The biggest threat to monarchs is logging and habitat loss in their winter range. If the specific forests where these butterflies winter disappear, so do the monarchs. Add to that the widespread removal of milkweed—which monarchs need to reproduce—throughout their breeding range, especially thanks to improvements in the herbicides farmers use to keep farmland weed-free. On top of everything with climate change leading to extreme temperatures, drought and changes in when flowers bloom, it’s no surprise that butterflies are in such trouble.

Monarchs spend the night. (Credit: Mike Budd/USFWS)

The IUCN Red List is separate from list of endangered species maintained by the US Fish and Wildlife Service, which offers legal protection to the species under the Endangered Species Act. Although the Red List has no legal backing, it is considered the gold standard for assessing the status of species worldwide.

The new list is important, entomologist Anna Walker explains, because it provides a frame of reference for how threatened a species is with extinction. “I think it’s really important to put the conservation status of an iconic species like the monarch into a global context,” says Walker. “It gives people a way to contextualize, how worried should we be?”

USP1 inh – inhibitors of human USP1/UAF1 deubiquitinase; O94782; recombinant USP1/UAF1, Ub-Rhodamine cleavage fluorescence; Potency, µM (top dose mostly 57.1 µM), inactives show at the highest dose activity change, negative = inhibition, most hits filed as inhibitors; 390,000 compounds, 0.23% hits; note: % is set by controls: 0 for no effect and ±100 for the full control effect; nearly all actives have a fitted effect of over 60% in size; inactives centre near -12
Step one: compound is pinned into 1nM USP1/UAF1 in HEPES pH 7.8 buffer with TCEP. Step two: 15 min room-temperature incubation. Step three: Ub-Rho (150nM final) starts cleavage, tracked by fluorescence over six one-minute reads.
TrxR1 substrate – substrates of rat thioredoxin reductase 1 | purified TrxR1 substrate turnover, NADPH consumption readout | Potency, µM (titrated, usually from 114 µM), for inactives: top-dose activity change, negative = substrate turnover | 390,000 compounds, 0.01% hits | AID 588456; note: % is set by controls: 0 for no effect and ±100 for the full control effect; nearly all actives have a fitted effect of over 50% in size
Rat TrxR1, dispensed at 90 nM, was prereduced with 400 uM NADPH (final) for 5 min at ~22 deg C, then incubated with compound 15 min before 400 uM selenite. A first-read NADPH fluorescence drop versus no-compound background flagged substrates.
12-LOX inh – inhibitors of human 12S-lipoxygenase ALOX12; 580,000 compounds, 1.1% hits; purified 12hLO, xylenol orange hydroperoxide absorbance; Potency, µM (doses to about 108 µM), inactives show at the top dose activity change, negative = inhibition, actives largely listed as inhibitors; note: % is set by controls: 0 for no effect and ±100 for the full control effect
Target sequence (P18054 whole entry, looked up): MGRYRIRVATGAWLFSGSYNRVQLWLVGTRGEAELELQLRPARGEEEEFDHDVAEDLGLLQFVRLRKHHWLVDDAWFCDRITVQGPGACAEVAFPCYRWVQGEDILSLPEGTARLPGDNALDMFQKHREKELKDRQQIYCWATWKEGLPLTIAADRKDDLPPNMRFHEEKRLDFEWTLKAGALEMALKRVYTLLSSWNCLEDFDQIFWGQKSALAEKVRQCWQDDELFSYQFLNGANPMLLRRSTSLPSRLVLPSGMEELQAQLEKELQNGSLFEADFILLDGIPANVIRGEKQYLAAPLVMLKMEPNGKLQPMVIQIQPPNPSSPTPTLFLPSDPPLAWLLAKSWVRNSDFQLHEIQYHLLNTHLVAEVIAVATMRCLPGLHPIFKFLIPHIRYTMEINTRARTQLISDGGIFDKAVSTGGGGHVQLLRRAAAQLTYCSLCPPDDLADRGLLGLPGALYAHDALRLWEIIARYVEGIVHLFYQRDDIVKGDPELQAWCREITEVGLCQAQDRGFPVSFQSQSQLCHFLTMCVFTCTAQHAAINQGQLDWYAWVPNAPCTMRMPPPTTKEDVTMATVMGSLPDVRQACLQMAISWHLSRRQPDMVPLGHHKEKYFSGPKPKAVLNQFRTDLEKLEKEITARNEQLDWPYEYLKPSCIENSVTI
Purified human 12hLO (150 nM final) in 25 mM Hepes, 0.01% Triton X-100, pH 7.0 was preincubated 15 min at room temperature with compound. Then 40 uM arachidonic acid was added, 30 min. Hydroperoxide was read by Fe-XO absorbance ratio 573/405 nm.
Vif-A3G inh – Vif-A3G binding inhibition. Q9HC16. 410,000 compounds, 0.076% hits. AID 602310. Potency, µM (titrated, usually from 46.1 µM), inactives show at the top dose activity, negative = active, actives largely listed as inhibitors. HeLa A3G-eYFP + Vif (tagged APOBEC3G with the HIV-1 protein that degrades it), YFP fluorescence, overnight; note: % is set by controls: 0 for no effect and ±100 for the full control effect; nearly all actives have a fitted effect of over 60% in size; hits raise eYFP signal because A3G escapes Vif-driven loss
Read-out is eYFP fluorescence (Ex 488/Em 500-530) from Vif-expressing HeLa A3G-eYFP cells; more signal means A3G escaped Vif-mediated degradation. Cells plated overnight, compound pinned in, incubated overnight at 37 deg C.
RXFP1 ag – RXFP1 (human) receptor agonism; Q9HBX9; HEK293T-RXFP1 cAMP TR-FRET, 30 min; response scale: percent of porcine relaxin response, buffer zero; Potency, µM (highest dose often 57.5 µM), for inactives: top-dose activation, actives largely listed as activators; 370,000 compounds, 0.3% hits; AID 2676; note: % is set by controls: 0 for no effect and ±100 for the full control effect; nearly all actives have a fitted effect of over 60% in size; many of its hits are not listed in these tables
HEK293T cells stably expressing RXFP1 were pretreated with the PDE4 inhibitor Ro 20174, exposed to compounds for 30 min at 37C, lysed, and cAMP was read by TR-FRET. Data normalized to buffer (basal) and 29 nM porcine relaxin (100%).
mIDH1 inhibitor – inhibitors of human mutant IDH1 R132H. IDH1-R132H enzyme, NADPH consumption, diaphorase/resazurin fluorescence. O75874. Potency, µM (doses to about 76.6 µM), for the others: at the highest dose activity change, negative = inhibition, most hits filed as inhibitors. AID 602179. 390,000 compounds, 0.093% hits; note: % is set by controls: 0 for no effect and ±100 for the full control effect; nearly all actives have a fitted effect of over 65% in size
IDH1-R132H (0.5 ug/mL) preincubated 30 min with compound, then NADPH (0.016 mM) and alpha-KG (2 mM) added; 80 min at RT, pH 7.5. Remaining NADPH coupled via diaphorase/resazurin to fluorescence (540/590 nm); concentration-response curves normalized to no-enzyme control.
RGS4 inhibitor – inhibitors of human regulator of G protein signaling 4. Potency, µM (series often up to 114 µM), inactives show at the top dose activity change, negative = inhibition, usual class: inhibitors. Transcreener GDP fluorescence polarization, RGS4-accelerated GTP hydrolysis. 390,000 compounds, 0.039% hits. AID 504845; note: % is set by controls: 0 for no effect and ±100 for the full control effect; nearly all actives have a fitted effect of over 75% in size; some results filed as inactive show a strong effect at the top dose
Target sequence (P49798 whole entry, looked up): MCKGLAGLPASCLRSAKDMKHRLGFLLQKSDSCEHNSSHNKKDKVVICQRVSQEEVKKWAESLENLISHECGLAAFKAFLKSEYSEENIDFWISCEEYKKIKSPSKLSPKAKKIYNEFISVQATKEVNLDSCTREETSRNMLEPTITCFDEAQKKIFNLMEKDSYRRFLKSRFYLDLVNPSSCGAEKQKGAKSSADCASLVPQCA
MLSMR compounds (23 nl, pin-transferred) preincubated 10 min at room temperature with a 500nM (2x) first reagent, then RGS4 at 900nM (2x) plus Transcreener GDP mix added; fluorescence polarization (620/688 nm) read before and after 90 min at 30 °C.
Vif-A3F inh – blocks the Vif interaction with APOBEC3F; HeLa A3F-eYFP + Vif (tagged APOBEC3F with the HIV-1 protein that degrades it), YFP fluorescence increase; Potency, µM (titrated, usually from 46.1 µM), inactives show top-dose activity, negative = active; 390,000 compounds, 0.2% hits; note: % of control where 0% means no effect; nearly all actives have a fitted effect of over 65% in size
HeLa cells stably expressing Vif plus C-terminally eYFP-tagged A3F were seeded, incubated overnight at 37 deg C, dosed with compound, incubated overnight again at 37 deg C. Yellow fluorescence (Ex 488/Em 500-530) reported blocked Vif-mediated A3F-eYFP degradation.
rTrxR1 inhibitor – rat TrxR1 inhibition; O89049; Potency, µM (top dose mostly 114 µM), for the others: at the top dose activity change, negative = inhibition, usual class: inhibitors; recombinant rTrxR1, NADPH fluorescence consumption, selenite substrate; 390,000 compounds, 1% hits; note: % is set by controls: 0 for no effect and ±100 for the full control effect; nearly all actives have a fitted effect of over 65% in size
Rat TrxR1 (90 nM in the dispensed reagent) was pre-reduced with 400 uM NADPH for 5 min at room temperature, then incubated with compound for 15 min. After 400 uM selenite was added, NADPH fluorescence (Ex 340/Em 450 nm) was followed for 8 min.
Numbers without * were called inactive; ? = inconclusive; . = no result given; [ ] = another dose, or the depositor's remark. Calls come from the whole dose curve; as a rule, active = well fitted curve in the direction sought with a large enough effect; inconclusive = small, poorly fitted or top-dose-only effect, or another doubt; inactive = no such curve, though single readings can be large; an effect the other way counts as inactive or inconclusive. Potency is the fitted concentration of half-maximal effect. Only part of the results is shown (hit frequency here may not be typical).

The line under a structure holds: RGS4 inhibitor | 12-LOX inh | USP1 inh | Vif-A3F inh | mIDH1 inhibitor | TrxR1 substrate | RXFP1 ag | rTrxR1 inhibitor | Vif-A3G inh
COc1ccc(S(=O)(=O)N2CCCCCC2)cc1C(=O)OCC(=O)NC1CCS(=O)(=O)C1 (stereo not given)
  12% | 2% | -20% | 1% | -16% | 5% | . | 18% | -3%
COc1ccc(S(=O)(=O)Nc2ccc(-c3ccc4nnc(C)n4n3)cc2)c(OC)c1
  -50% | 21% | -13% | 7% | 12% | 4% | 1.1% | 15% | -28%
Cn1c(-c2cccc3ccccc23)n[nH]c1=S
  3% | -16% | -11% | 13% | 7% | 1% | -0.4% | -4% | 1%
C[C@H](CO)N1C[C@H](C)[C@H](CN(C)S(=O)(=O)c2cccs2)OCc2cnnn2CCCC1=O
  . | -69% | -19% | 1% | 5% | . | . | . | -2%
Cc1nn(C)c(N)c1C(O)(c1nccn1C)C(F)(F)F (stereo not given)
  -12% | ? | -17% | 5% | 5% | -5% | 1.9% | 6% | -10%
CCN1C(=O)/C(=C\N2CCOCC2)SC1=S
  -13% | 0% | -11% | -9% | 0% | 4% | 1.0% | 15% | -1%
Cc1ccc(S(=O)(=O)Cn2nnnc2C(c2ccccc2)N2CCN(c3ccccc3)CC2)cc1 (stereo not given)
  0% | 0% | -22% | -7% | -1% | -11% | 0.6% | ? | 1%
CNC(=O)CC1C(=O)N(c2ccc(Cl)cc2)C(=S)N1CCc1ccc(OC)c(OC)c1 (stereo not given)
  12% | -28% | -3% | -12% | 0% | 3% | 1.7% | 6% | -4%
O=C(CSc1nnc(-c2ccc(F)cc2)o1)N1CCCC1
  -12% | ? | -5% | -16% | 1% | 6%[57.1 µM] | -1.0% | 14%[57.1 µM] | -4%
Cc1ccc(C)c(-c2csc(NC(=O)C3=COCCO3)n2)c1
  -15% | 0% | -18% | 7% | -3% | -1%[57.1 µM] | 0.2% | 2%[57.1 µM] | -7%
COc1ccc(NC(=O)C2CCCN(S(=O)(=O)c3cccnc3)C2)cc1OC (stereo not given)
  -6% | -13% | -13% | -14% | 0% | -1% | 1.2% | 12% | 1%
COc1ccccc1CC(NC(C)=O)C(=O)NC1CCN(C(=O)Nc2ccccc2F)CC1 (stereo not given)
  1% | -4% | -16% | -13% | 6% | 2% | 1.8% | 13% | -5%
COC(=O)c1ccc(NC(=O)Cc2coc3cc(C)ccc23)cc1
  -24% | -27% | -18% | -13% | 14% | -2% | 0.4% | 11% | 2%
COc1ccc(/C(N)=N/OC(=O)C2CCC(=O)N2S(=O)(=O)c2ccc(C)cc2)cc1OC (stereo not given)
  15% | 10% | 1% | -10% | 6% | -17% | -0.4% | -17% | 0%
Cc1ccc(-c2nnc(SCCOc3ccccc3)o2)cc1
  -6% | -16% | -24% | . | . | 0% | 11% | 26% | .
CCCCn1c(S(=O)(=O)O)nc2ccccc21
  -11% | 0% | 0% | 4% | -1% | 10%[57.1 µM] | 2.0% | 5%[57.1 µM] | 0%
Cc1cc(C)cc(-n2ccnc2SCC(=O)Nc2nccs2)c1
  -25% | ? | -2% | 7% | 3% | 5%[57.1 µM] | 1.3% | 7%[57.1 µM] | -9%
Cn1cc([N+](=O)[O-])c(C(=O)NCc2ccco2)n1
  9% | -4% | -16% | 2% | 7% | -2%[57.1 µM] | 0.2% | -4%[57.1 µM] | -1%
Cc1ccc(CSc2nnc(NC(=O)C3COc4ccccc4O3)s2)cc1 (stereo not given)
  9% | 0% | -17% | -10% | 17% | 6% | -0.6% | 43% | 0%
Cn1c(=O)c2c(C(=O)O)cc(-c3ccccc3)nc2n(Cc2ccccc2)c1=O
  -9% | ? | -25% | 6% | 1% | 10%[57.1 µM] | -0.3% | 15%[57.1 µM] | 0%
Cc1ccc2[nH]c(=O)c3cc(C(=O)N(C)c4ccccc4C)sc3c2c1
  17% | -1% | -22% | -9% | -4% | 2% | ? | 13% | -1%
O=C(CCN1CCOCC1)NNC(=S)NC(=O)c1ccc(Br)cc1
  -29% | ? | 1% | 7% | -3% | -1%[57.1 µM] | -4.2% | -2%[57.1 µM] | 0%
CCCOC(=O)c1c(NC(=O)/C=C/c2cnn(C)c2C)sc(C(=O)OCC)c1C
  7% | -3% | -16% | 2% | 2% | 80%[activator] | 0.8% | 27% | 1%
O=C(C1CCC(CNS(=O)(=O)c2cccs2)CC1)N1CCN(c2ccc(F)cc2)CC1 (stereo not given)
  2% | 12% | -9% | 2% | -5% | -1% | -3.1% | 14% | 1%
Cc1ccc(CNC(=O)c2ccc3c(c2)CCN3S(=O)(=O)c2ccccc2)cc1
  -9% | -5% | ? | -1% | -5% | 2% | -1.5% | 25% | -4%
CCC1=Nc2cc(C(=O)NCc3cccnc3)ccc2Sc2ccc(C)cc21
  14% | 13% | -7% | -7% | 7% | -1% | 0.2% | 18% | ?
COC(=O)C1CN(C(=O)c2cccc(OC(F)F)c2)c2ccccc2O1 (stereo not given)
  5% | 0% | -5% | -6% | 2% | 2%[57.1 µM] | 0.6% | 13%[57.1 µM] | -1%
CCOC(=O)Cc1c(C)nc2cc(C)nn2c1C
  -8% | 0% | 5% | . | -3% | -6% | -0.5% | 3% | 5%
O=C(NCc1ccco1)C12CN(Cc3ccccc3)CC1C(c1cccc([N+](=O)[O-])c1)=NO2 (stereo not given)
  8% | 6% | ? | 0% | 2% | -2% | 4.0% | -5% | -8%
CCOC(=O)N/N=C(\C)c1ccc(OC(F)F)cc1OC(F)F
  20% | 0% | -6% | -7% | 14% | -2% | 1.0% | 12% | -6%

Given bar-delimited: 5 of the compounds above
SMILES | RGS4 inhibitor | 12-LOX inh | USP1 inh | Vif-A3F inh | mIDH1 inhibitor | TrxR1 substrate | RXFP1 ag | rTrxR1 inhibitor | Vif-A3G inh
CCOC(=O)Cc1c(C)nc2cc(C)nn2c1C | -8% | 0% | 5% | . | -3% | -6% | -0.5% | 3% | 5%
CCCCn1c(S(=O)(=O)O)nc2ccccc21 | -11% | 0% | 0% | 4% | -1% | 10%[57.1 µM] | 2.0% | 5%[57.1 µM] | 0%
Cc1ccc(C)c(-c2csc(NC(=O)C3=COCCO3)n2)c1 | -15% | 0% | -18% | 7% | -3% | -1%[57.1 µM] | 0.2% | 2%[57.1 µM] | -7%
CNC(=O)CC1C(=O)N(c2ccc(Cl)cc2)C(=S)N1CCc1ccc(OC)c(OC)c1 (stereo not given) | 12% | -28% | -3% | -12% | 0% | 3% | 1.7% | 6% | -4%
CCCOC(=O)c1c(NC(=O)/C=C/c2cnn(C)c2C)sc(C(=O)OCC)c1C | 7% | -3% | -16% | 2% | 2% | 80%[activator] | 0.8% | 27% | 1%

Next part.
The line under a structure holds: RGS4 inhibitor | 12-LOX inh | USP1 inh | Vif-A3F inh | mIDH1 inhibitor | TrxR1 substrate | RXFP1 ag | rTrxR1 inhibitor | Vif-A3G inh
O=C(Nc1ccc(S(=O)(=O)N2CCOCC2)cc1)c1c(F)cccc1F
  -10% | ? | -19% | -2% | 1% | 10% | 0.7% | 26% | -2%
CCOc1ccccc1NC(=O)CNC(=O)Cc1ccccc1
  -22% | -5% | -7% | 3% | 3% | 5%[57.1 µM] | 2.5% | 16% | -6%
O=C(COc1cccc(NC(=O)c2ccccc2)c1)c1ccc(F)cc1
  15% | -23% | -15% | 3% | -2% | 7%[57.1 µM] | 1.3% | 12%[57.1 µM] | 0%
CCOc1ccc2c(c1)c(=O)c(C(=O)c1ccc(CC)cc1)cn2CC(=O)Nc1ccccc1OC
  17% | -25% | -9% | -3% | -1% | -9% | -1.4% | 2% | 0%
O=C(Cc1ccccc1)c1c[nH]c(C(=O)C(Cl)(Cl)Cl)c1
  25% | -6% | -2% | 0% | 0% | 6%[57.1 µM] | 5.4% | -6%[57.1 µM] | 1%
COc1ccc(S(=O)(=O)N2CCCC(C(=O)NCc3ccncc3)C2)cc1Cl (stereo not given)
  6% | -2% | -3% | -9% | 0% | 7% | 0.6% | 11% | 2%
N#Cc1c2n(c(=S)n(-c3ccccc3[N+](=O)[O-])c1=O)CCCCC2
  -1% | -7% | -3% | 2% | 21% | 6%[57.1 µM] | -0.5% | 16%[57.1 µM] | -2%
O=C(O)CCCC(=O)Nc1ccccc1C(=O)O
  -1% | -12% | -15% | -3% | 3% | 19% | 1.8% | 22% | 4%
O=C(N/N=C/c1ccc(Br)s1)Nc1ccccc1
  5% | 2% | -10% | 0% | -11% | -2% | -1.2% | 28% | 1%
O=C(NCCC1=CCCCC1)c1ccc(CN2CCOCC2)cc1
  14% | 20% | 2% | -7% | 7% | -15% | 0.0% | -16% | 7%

Walker, a species survival officer at the New Mexico Biopark Society, led the assessment of the monarch. She is a member of the IUCN Species Survival Butterfly and Moth Specialist Group.

How a species gets listed as endangered

To get a new species added to the IUCN Red List, conservation biologists like Walker put together a comprehensive report on how much and how fast the species’ numbers have declined, how much of their habitat has been destroyed, what threats remain, what conservation efforts are underway, and etc.